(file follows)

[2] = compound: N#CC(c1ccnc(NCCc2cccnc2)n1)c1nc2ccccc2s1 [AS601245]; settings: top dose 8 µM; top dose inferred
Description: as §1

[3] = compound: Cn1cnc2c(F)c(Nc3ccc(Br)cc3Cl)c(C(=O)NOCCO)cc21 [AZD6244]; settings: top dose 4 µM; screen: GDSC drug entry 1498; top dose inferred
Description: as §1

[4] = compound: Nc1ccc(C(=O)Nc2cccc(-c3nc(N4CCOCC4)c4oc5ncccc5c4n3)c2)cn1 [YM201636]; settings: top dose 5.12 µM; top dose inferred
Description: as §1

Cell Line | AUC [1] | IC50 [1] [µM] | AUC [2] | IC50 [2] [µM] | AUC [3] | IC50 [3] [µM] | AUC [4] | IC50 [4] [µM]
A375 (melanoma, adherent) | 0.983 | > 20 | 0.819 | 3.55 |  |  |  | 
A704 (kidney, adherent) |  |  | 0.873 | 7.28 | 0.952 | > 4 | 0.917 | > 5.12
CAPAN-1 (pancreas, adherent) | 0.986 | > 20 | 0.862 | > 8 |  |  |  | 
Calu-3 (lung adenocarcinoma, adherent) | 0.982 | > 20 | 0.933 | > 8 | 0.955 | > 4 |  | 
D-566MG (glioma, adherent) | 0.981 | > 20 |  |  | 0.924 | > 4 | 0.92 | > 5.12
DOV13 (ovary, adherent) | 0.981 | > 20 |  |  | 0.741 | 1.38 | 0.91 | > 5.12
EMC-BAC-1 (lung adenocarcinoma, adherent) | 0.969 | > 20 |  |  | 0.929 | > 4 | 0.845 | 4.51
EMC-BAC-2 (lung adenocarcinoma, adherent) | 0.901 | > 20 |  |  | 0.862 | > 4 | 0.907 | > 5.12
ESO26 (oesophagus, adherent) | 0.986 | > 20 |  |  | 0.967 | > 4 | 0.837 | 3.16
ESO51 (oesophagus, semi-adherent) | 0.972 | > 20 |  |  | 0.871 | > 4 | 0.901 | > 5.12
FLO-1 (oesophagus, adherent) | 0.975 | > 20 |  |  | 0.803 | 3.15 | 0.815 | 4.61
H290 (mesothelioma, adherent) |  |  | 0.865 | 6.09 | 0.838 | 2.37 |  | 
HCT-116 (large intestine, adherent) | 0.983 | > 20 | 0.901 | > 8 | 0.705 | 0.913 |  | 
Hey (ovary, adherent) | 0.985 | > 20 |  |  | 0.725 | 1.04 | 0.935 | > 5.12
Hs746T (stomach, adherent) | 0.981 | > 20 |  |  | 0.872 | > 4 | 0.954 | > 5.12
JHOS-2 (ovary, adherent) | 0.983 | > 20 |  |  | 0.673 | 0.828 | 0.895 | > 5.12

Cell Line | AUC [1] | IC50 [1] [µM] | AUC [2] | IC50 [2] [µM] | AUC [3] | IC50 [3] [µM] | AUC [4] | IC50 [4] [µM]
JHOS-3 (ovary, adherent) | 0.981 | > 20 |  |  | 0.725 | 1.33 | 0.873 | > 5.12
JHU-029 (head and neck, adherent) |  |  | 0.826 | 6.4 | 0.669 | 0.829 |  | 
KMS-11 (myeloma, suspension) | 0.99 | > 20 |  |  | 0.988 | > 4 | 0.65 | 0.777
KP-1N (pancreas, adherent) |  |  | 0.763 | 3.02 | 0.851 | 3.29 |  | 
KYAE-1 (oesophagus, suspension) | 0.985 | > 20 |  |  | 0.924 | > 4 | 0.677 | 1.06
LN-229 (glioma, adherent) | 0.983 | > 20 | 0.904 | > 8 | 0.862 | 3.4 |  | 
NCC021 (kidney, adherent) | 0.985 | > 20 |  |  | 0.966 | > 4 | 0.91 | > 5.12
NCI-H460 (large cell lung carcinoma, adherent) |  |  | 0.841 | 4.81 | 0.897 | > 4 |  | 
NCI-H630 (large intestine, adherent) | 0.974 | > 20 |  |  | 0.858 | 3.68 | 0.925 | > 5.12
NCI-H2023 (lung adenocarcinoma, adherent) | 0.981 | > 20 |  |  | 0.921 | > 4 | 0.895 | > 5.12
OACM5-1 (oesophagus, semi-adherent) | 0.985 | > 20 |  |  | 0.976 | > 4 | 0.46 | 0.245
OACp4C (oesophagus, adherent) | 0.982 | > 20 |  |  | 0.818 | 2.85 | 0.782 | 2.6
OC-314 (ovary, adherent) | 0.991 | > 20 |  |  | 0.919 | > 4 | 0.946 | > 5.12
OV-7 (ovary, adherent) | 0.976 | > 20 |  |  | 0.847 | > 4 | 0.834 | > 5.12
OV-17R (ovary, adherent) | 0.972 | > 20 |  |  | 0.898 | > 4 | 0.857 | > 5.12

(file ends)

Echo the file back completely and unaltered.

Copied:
[2] = compound: N#CC(c1ccnc(NCCc2cccnc2)n1)c1nc2ccccc2s1 [AS601245]; settings: top dose 8 µM; top dose inferred
Description: as §1

[3] = compound: Cn1cnc2c(F)c(Nc3ccc(Br)cc3Cl)c(C(=O)NOCCO)cc21 [AZD6244]; settings: top dose 4 µM; screen: GDSC drug entry 1498; top dose inferred
Description: as §1

[4] = compound: Nc1ccc(C(=O)Nc2cccc(-c3nc(N4CCOCC4)c4oc5ncccc5c4n3)c2)cn1 [YM201636]; settings: top dose 5.12 µM; top dose inferred
Description: as §1

Cell Line | AUC [1] | IC50 [1] [µM] | AUC [2] | IC50 [2] [µM] | AUC [3] | IC50 [3] [µM] | AUC [4] | IC50 [4] [µM]
A375 (melanoma, adherent) | 0.983 | > 20 | 0.819 | 3.55 |  |  |  | 
A704 (kidney, adherent) |  |  | 0.873 | 7.28 | 0.952 | > 4 | 0.917 | > 5.12
CAPAN-1 (pancreas, adherent) | 0.986 | > 20 | 0.862 | > 8 |  |  |  | 
Calu-3 (lung adenocarcinoma, adherent) | 0.982 | > 20 | 0.933 | > 8 | 0.955 | > 4 |  | 
D-566MG (glioma, adherent) | 0.981 | > 20 |  |  | 0.924 | > 4 | 0.92 | > 5.12
DOV13 (ovary, adherent) | 0.981 | > 20 |  |  | 0.741 | 1.38 | 0.91 | > 5.12
EMC-BAC-1 (lung adenocarcinoma, adherent) | 0.969 | > 20 |  |  | 0.929 | > 4 | 0.845 | 4.51
EMC-BAC-2 (lung adenocarcinoma, adherent) | 0.901 | > 20 |  |  | 0.862 | > 4 | 0.907 | > 5.12
ESO26 (oesophagus, adherent) | 0.986 | > 20 |  |  | 0.967 | > 4 | 0.837 | 3.16
ESO51 (oesophagus, semi-adherent) | 0.972 | > 20 |  |  | 0.871 | > 4 | 0.901 | > 5.12
FLO-1 (oesophagus, adherent) | 0.975 | > 20 |  |  | 0.803 | 3.15 | 0.815 | 4.61
H290 (mesothelioma, adherent) |  |  | 0.865 | 6.09 | 0.838 | 2.37 |  | 
HCT-116 (large intestine, adherent) | 0.983 | > 20 | 0.901 | > 8 | 0.705 | 0.913 |  | 
Hey (ovary, adherent) | 0.985 | > 20 |  |  | 0.725 | 1.04 | 0.935 | > 5.12
Hs746T (stomach, adherent) | 0.981 | > 20 |  |  | 0.872 | > 4 | 0.954 | > 5.12
JHOS-2 (ovary, adherent) | 0.983 | > 20 |  |  | 0.673 | 0.828 | 0.895 | > 5.12

Cell Line | AUC [1] | IC50 [1] [µM] | AUC [2] | IC50 [2] [µM] | AUC [3] | IC50 [3] [µM] | AUC [4] | IC50 [4] [µM]
JHOS-3 (ovary, adherent) | 0.981 | > 20 |  |  | 0.725 | 1.33 | 0.873 | > 5.12
JHU-029 (head and neck, adherent) |  |  | 0.826 | 6.4 | 0.669 | 0.829 |  | 
KMS-11 (myeloma, suspension) | 0.99 | > 20 |  |  | 0.988 | > 4 | 0.65 | 0.777
KP-1N (pancreas, adherent) |  |  | 0.763 | 3.02 | 0.851 | 3.29 |  | 
KYAE-1 (oesophagus, suspension) | 0.985 | > 20 |  |  | 0.924 | > 4 | 0.677 | 1.06
LN-229 (glioma, adherent) | 0.983 | > 20 | 0.904 | > 8 | 0.862 | 3.4 |  | 
NCC021 (kidney, adherent) | 0.985 | > 20 |  |  | 0.966 | > 4 | 0.91 | > 5.12
NCI-H460 (large cell lung carcinoma, adherent) |  |  | 0.841 | 4.81 | 0.897 | > 4 |  | 
NCI-H630 (large intestine, adherent) | 0.974 | > 20 |  |  | 0.858 | 3.68 | 0.925 | > 5.12
NCI-H2023 (lung adenocarcinoma, adherent) | 0.981 | > 20 |  |  | 0.921 | > 4 | 0.895 | > 5.12
OACM5-1 (oesophagus, semi-adherent) | 0.985 | > 20 |  |  | 0.976 | > 4 | 0.46 | 0.245
OACp4C (oesophagus, adherent) | 0.982 | > 20 |  |  | 0.818 | 2.85 | 0.782 | 2.6
OC-314 (ovary, adherent) | 0.991 | > 20 |  |  | 0.919 | > 4 | 0.946 | > 5.12
OV-7 (ovary, adherent) | 0.976 | > 20 |  |  | 0.847 | > 4 | 0.834 | > 5.12
OV-17R (ovary, adherent) | 0.972 | > 20 |  |  | 0.898 | > 4 | 0.857 | > 5.12